Their mini-empire is housed in a garage apartment near Elmwood Avenue.
Walk up the driveway, ring the bell, say hello to a snow-white, pony-sized canine named Mukluk and peek into the future.
The source of their power rests in a pair of computer laptops set on a kitchen counter.
Here they monitor and control a growing sliver of the New Media, a brave new world that threatens the old ways even as it opens doors of human connection.
The new possibilities prompted Newell Nussbaumer to close the door of Thunder Bay, his lava lamps-to-leather briefcases gift store on Elmwood Avenue.
It led George Johnson to partner with his old Nichols School buddy to create the online entity buffalorising.com.
Self-described as "New Buffalo's News Daily," the blog -- a Web log -- is equal parts online newspaper, community bulletin board, city cheerleader, ad space and reader forum -- all delivered daily via cyberspace. No printing press. No delivery trucks.
"News is becoming more of a conversation," Johnson said. "You can express opinions online in real time. You don't send a letter to the editor and wait a week."
Thousands of people check in every day, most of them more than once. Advertisers seek them out. Their muscles already flex. The blog's reader forum on a proposed Elmwood Avenue hotel, as much as any single thing, prompted the architect to shrink it from five stories to four. The bulk of folks at a recent public meeting already had vented on buffalorising.com.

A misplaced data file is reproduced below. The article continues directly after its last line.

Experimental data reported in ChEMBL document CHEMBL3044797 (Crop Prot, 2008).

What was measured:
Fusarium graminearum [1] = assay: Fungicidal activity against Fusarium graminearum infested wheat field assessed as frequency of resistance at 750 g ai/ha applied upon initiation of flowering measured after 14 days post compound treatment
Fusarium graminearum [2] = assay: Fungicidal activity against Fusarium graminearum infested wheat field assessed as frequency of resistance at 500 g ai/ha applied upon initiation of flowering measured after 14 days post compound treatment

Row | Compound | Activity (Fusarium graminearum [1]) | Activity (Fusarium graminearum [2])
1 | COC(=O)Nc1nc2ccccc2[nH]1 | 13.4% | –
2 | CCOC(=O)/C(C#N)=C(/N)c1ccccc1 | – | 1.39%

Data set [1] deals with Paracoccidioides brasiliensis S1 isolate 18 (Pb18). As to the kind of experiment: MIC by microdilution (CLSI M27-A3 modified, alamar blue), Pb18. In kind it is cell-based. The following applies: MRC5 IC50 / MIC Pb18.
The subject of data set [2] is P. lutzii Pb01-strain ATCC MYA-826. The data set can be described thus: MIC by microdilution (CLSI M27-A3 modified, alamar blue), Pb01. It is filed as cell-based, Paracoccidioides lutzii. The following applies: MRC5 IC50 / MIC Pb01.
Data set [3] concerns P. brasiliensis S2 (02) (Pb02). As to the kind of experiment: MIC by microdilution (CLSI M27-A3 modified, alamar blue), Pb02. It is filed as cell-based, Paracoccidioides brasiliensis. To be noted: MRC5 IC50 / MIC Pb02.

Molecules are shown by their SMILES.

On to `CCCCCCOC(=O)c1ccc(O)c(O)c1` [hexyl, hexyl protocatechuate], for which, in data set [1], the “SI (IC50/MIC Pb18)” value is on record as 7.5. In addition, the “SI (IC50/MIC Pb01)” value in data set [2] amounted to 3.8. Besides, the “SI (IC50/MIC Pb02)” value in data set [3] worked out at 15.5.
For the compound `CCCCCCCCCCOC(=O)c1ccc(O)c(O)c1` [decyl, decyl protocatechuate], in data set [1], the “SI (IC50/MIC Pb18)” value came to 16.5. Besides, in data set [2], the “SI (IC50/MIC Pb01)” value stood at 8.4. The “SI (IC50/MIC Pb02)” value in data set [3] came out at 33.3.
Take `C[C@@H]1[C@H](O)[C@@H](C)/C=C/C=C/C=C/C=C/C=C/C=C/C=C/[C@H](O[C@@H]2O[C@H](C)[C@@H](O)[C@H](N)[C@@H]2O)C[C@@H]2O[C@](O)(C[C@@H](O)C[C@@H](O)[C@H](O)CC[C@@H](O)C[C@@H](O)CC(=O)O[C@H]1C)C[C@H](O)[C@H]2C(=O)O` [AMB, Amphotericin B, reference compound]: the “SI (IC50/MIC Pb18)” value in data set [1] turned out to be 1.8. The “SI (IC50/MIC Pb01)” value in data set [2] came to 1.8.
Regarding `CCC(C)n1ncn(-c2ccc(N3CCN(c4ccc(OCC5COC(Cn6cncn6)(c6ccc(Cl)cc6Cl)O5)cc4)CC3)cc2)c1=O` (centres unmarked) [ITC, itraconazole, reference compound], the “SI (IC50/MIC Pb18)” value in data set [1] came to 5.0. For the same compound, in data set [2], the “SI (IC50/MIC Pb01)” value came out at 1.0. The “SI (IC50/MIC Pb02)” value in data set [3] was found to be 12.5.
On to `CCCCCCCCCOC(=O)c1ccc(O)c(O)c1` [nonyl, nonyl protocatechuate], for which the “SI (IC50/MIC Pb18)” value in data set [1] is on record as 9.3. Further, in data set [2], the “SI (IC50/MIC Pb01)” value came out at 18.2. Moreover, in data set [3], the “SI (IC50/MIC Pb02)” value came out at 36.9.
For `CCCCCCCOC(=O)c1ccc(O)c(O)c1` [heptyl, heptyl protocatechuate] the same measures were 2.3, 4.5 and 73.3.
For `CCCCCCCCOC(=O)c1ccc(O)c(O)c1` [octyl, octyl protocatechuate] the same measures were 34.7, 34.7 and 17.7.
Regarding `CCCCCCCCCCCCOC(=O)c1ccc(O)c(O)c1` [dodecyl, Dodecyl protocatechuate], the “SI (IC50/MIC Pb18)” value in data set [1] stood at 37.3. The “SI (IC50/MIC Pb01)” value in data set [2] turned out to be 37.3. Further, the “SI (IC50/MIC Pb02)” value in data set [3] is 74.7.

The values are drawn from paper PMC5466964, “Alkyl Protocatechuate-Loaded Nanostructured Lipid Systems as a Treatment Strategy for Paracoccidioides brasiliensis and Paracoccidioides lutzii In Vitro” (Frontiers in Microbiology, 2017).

"Online discussion," noted Johnson, "led to off-line action."
Media revolution is in the air -- or, more precisely, in cyberspace. Buffalorising.com is one of dozens of local blogs, and arguably the one most fixated on community issues.
Daily newspapers are nervous and TV news can't rival a blog's public interaction.
"I think of it as an adjunct to the daily newspaper," Johnson said. "It's like part op-ed page, part wannabe newspaper."
Nussbaumer and Johnson started the blog last year, Johnson said, "for the price of a nice vacation." Nussbaumer, 38, is boyishly eager with blond surfer good looks. Johnson, 37, dark and cerebral, tosses around words like "transparency" and "granular" when talking about media.
Nussbaumer makes a living off the blog and the quarterly magazine of the same name that spawned it.
But more than commerce, it is about community. Buffalorising.com is another layer of glue holding the city together and bonding folks of similar interests -- chief among them being a better future for Buffalo. Readers include the next generation of Buffalo activists, picking up the torch from aging yuppies.
Its stereotypical core audience was weaned on Spot Coffee, is attached to iPods and navigates the Internet like postmodern Magellans. Ani DiFranco is an icon and Chippewa Street pioneer Mark Goldman is the patron saint. Loyalists are more comfortable reading news on a computer screen than on a printed page.
"Unlike a newspaper, we don't have to cover everything," Nussbaumer said. "We can focus on community-building issues, like the [proposed Elmwood] hotel . . . We fill a niche that people want to explore."
If the daily newspaper is a big, powerful, but -- in an Internet age -- comparatively slow-moving train, then a Weblog is a red roadster careening around a curve.
"Media will be radically redefined over the next 10 years," Johnson said. "Mainstream media will no longer have an attention monopoly."
The gap already is being filled by Internet news sites and blogs. The world changes. The future has begun. Johnson and Nussbaumer are pioneers.
Two bright guys, a garage apartment, a couple of laptops. The ingredients, in the Internet age, of a mini-empire.